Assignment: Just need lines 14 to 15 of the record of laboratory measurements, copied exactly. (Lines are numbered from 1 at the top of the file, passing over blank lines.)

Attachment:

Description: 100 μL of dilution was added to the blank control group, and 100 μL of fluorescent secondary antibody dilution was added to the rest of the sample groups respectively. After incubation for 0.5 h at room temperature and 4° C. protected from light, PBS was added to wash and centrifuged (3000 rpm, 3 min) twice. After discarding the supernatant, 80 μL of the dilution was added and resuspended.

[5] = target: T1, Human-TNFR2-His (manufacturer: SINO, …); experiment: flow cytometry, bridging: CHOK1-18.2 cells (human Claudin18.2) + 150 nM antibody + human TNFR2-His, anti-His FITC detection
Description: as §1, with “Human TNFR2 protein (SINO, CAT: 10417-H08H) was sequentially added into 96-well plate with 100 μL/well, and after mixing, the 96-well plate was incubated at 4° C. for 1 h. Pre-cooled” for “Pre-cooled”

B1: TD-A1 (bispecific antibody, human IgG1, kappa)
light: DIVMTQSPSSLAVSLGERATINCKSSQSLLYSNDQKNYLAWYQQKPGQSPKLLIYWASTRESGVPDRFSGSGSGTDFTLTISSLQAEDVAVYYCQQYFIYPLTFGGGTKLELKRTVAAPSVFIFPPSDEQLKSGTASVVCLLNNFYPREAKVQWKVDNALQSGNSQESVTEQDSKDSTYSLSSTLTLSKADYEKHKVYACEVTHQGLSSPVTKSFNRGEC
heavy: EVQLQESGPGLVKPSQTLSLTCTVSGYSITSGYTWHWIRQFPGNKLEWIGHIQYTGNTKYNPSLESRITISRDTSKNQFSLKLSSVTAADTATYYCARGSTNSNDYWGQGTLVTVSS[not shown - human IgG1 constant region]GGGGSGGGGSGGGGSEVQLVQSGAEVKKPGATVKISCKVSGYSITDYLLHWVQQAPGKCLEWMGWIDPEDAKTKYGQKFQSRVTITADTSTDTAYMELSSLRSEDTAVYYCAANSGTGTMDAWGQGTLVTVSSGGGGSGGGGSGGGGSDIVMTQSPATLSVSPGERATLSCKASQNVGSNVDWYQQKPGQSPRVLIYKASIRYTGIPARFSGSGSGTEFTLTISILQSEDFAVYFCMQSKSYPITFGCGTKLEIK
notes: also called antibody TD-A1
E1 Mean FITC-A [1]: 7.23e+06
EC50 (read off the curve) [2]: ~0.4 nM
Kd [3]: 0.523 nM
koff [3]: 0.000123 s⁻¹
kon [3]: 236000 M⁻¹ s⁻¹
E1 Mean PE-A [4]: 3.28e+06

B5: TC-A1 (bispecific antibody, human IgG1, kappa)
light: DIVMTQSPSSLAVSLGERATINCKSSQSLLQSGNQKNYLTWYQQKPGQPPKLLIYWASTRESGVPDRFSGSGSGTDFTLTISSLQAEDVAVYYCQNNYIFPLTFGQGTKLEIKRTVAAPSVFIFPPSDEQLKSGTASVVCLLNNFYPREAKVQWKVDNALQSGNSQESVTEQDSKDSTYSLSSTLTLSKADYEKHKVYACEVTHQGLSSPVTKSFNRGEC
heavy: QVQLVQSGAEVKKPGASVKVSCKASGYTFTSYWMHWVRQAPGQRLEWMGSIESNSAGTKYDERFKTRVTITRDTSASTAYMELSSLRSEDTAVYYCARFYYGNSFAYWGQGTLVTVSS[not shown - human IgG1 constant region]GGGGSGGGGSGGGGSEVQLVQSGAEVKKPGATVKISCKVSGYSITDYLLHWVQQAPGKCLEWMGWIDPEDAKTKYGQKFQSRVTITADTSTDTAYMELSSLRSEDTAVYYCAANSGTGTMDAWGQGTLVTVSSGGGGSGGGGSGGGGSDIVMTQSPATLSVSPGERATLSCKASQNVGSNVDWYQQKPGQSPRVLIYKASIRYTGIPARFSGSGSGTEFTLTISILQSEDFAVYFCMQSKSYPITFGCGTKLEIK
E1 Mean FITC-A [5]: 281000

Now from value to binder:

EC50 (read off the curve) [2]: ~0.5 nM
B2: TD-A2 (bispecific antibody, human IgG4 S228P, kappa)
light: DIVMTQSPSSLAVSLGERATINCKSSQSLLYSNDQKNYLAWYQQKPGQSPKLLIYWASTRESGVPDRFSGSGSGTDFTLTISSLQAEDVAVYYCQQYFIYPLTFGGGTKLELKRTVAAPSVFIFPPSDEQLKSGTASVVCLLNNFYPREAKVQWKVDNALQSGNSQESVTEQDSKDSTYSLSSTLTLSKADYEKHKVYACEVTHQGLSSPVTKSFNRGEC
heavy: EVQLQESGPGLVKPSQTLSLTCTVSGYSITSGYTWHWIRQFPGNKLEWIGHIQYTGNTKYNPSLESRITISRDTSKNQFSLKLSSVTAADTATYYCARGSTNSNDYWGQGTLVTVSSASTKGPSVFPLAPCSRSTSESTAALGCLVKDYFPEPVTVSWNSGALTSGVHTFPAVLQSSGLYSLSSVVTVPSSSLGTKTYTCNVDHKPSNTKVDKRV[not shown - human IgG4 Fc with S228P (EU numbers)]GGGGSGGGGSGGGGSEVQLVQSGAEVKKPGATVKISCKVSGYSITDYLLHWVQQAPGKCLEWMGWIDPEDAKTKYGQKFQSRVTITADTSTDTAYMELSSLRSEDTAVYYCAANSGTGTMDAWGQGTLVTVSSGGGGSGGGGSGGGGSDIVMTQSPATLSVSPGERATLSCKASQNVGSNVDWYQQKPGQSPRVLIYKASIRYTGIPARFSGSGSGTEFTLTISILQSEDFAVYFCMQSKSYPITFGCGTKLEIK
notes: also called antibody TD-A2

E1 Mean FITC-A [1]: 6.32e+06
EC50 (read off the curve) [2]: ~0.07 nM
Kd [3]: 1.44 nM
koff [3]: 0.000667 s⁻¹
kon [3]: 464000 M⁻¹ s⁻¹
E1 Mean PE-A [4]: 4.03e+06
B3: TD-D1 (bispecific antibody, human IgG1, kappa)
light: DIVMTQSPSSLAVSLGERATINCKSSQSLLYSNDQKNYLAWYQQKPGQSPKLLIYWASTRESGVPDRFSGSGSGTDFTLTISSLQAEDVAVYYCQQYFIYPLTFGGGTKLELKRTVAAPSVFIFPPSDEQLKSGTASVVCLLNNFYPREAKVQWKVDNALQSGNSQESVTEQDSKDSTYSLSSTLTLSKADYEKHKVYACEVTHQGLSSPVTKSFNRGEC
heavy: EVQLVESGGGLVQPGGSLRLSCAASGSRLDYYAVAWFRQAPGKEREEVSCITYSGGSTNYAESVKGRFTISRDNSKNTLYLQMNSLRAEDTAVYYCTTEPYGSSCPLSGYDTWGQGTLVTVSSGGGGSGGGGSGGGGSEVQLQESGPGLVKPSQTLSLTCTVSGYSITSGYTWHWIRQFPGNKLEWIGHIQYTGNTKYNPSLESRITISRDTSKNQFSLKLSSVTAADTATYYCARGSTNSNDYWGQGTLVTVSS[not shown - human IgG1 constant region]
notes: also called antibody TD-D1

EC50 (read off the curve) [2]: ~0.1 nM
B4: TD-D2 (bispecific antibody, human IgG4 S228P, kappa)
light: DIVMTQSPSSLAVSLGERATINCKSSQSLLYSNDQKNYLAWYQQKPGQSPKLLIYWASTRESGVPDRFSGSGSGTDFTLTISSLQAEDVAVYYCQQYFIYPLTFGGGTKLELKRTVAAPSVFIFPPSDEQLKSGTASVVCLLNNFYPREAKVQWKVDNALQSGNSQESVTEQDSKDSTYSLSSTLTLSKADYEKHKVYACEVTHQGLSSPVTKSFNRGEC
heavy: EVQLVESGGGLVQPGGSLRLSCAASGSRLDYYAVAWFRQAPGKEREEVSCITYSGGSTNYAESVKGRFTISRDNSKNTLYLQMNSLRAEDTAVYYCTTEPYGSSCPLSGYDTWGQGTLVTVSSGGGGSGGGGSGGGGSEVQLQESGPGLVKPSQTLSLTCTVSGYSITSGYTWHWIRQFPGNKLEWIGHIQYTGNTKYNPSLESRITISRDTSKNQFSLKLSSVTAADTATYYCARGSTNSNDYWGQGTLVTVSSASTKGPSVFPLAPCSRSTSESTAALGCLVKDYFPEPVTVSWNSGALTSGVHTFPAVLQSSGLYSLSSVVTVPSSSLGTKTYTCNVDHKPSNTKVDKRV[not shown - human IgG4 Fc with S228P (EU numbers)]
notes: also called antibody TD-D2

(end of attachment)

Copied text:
B5: TC-A1 (bispecific antibody, human IgG1, kappa)
light: DIVMTQSPSSLAVSLGERATINCKSSQSLLQSGNQKNYLTWYQQKPGQPPKLLIYWASTRESGVPDRFSGSGSGTDFTLTISSLQAEDVAVYYCQNNYIFPLTFGQGTKLEIKRTVAAPSVFIFPPSDEQLKSGTASVVCLLNNFYPREAKVQWKVDNALQSGNSQESVTEQDSKDSTYSLSSTLTLSKADYEKHKVYACEVTHQGLSSPVTKSFNRGEC